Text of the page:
Smoke from Canadian fires is pouring into the U.S. and could linger for days
Smoke from wildfires in Canada is moving into parts of the central US and could linger in the days ahead, health and weather officials warned Thursday.
Air quality alerts have been posted as of early Friday across several states, including Nebraska, Washington, Montana and Wisconsin, with a special weather statement about air quality in Wyoming.
The heaviest smoke concentrations should shift further east into the Midwest later in the day, affecting major metro areas including Chicago, Indianapolis and St. Louis.
WATCH: TIMELAPSE: Wildfire smoke causes hazy Twin Cities sunset
Canada has had an especially active start to the fire season. Last week, devastating wildfires in Alberta had burned more than 150 times more area in that province than in the last five years combined by the same point in the year.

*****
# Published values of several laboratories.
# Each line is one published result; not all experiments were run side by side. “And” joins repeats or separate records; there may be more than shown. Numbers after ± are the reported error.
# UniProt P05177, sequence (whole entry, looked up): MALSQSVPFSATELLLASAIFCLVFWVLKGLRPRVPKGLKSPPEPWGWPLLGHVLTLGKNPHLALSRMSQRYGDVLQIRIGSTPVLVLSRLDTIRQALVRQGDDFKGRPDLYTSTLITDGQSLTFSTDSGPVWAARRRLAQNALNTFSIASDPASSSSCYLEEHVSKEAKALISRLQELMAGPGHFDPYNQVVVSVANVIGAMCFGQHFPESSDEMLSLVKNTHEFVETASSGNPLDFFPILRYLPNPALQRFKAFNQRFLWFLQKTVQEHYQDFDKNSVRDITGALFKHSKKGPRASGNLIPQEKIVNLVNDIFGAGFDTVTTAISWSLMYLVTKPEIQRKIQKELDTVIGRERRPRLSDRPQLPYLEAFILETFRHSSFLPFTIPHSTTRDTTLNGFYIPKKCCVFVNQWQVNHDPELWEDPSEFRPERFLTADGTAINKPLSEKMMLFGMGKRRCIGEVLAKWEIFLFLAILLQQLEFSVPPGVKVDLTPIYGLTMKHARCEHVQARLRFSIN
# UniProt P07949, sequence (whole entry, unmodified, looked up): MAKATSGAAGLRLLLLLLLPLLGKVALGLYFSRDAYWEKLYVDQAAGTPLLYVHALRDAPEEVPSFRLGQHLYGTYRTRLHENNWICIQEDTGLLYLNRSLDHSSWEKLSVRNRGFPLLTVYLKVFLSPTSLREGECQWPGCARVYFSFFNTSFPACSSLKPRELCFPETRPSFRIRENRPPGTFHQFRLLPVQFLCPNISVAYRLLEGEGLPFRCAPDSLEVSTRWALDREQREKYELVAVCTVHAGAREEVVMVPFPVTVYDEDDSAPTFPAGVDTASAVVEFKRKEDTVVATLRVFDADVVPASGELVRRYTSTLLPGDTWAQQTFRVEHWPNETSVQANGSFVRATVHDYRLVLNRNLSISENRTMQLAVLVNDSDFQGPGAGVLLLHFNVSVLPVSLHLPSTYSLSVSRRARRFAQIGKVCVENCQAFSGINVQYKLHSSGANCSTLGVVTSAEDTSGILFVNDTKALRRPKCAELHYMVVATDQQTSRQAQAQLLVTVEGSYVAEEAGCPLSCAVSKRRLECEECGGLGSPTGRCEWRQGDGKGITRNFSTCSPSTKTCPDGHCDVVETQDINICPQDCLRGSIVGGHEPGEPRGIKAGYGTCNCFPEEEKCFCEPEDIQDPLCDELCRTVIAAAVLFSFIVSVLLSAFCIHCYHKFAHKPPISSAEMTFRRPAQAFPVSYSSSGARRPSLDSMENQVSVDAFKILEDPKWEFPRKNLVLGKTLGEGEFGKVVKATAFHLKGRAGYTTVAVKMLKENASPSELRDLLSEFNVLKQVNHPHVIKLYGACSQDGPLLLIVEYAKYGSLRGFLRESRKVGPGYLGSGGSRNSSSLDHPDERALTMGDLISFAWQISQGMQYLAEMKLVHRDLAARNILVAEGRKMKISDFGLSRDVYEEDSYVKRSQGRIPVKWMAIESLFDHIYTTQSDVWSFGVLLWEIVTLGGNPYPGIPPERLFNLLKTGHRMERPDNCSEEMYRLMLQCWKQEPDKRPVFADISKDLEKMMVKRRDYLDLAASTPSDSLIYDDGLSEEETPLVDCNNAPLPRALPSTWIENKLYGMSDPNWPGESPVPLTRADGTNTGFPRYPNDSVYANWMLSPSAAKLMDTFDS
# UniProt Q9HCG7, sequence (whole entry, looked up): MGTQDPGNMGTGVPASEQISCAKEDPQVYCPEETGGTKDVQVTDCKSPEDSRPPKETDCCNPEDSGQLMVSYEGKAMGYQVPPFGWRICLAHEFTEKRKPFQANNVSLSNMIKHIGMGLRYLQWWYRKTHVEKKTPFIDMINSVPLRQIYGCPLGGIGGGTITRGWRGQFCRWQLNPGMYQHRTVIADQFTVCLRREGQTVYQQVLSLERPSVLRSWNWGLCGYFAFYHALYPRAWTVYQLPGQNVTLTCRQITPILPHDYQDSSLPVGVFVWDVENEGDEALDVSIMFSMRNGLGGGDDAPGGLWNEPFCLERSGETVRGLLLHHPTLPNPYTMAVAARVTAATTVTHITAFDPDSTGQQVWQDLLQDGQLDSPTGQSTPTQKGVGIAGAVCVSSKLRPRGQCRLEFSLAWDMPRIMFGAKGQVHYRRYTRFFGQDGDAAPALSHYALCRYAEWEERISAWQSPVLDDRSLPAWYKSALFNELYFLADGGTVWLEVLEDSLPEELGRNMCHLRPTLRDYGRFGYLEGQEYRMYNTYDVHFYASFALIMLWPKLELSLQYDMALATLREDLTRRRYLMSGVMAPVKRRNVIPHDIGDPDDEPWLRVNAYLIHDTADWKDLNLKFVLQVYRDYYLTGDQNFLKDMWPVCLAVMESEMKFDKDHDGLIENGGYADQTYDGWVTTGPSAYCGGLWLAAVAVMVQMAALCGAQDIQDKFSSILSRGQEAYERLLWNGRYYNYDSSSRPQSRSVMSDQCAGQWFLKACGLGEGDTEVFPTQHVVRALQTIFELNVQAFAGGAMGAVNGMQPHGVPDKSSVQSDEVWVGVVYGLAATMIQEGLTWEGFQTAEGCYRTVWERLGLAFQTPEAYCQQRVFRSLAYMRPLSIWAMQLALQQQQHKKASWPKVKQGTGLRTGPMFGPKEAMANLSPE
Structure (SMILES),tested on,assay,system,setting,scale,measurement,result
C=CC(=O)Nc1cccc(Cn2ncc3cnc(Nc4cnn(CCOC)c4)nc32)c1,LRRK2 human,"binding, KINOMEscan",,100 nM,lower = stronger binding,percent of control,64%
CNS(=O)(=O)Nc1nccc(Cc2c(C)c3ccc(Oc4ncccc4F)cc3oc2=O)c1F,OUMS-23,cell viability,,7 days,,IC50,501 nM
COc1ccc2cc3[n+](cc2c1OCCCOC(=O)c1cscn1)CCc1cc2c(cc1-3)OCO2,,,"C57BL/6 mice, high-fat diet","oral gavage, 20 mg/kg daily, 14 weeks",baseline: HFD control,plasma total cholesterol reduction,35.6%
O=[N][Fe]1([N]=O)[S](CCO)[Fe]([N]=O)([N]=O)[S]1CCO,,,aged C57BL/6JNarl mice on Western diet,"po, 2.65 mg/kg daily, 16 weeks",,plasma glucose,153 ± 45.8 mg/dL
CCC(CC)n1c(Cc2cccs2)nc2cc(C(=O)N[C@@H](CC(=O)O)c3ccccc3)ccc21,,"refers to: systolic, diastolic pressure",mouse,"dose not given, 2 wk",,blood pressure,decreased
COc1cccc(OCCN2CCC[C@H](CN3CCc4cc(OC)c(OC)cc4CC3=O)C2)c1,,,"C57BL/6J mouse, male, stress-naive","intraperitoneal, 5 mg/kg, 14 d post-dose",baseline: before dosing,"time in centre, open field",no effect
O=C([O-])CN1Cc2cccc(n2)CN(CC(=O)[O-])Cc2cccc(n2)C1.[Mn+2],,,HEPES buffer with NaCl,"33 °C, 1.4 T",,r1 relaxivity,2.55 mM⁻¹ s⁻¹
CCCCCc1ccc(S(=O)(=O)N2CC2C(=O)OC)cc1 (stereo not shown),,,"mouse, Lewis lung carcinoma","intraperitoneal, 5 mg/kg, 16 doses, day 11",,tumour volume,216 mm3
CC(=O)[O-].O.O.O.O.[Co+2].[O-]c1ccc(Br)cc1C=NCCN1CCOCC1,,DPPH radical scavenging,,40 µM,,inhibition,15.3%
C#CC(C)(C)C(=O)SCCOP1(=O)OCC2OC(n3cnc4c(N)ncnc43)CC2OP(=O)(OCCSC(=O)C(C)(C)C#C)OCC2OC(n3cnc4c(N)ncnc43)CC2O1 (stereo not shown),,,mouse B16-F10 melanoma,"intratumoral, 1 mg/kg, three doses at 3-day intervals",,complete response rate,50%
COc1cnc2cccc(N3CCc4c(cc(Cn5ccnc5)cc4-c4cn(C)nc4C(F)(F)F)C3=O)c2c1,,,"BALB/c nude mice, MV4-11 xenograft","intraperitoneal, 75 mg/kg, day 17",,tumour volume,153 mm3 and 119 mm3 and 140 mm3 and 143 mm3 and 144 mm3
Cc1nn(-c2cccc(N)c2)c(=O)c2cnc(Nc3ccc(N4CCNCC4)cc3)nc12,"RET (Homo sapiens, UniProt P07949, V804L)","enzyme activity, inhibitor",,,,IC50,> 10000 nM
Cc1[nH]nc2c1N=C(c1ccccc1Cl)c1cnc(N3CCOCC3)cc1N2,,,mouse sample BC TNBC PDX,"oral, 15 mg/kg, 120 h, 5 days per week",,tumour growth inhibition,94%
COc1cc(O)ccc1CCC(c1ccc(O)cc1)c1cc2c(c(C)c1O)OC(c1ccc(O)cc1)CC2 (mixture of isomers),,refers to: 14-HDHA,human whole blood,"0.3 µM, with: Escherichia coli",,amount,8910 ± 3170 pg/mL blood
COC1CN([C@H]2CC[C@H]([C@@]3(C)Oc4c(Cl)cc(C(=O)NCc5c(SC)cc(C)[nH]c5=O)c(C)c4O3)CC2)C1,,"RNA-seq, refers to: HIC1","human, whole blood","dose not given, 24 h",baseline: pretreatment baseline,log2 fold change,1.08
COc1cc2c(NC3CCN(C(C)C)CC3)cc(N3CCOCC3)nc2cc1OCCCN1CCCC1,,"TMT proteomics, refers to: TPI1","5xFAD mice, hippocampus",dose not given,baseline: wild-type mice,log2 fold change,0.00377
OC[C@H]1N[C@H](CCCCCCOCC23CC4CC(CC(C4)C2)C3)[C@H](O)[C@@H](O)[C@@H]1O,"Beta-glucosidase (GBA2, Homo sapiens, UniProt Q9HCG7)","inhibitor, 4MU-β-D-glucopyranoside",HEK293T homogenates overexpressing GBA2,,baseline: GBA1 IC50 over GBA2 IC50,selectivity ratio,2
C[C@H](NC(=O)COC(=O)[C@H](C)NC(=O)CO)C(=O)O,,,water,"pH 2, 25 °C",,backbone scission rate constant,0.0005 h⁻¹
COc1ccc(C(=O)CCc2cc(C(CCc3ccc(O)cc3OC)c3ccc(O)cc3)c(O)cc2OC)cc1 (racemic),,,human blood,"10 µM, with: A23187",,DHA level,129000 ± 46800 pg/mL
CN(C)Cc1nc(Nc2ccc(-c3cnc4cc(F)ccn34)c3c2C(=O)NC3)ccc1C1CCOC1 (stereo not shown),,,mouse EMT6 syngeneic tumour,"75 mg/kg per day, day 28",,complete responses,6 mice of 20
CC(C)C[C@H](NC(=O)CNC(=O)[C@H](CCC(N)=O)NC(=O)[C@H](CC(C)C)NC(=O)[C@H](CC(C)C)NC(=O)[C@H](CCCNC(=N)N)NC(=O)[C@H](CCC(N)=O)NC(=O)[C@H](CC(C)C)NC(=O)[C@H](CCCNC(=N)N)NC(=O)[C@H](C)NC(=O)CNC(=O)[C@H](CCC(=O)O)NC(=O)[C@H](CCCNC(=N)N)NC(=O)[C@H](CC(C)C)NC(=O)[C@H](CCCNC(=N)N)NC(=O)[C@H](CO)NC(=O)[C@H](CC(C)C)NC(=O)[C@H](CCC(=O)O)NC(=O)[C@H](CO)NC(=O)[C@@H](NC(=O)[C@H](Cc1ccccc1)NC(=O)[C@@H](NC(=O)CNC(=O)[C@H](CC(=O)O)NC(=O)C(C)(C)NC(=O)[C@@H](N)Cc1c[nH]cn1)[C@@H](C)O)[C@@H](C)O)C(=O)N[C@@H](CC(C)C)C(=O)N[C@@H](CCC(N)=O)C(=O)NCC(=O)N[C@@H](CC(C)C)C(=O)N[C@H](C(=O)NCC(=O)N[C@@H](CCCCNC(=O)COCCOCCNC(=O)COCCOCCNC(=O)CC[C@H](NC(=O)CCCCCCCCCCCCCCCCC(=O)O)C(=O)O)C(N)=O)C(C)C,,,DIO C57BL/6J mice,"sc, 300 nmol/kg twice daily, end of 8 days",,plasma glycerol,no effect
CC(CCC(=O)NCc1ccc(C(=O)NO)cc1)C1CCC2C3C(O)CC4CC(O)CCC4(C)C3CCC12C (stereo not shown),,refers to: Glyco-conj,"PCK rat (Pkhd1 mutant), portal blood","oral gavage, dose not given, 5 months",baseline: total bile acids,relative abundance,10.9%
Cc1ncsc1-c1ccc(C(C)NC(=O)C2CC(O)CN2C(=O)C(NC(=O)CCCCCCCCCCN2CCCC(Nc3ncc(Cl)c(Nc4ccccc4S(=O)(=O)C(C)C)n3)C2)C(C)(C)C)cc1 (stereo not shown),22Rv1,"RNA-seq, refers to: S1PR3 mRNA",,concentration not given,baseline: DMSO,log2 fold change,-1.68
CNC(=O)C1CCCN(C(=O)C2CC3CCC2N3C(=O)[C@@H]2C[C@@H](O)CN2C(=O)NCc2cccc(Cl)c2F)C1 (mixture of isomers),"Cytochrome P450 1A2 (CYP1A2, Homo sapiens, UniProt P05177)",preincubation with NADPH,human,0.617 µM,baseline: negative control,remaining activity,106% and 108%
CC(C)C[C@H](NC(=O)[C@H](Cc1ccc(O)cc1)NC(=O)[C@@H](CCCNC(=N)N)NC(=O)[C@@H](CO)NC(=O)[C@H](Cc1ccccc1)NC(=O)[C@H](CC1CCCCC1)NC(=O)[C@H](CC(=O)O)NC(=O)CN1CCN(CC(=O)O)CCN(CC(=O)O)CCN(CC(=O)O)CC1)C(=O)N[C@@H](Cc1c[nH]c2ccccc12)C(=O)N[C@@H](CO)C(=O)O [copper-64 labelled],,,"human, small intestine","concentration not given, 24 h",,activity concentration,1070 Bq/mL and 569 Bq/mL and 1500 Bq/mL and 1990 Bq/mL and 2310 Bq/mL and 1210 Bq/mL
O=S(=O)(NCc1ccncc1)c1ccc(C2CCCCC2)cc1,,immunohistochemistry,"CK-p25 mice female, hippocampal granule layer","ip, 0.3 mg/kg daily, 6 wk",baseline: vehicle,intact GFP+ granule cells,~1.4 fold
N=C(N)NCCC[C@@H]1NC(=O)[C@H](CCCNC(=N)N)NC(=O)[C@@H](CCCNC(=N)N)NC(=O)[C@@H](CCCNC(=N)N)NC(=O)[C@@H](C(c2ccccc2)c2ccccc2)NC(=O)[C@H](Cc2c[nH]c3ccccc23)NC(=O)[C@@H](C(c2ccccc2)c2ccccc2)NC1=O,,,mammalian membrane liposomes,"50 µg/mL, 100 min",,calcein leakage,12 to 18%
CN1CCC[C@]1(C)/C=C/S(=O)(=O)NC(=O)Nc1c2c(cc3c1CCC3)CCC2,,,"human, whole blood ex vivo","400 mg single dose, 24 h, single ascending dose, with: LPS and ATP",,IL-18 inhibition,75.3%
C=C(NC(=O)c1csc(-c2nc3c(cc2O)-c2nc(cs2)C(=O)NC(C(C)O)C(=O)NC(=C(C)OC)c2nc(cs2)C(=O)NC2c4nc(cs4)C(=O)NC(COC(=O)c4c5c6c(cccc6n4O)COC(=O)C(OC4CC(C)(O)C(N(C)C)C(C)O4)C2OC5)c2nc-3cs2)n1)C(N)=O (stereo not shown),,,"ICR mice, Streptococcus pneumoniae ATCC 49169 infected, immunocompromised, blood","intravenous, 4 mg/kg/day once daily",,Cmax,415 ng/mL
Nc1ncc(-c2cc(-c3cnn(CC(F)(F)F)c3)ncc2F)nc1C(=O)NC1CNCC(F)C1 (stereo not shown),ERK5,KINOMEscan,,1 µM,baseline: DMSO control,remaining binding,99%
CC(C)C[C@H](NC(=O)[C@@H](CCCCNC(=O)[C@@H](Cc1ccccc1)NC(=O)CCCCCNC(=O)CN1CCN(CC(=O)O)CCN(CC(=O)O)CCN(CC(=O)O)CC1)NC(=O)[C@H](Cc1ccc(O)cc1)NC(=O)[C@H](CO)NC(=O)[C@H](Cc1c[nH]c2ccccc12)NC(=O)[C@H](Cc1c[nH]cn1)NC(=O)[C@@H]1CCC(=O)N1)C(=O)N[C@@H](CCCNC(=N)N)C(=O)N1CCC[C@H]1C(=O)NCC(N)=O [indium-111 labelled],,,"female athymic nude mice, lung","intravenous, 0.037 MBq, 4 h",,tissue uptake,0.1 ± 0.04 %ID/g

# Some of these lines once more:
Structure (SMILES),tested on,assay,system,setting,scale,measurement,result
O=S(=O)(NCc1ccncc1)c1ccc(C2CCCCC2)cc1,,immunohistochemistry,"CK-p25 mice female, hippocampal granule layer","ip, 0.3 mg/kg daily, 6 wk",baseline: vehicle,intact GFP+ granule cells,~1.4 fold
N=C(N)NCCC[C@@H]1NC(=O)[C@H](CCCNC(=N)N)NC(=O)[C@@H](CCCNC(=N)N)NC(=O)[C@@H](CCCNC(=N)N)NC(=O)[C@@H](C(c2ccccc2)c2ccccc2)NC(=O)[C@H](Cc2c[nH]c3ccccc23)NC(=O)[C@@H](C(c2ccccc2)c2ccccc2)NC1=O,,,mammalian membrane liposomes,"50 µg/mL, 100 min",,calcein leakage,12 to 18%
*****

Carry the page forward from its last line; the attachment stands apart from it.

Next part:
In Nebraska, "Canadian wildfire smoke is going to move through the area today through tomorrow morning, resulting in potentially dangerous air quality and poor visibility across eastern Nebraska and Iowa. Limit outdoor activities if possible when the air quality is poor!" the National Weather Service in Omaha tweeted Thursday.
Wildfire smoke "is beginning to move into the Lincoln and Omaha metro areas," the service's Omaha office said Thursday afternoon. "Visibility should drop to 1-2 miles within the next couple of hours and air quality will go into the unhealthy range for sensitive groups."
In eastern Nebraska's Douglas County – which includes Omaha – the health department warned smoke could remain through Saturday.
The US Environmental Protection Agency's Air Quality Index indicated parts of the Rockies, the Great Plains and the Midwest, including the Nebraska Panhandle and northeast corner of the state, had "very unhealthy" air quality early Friday.
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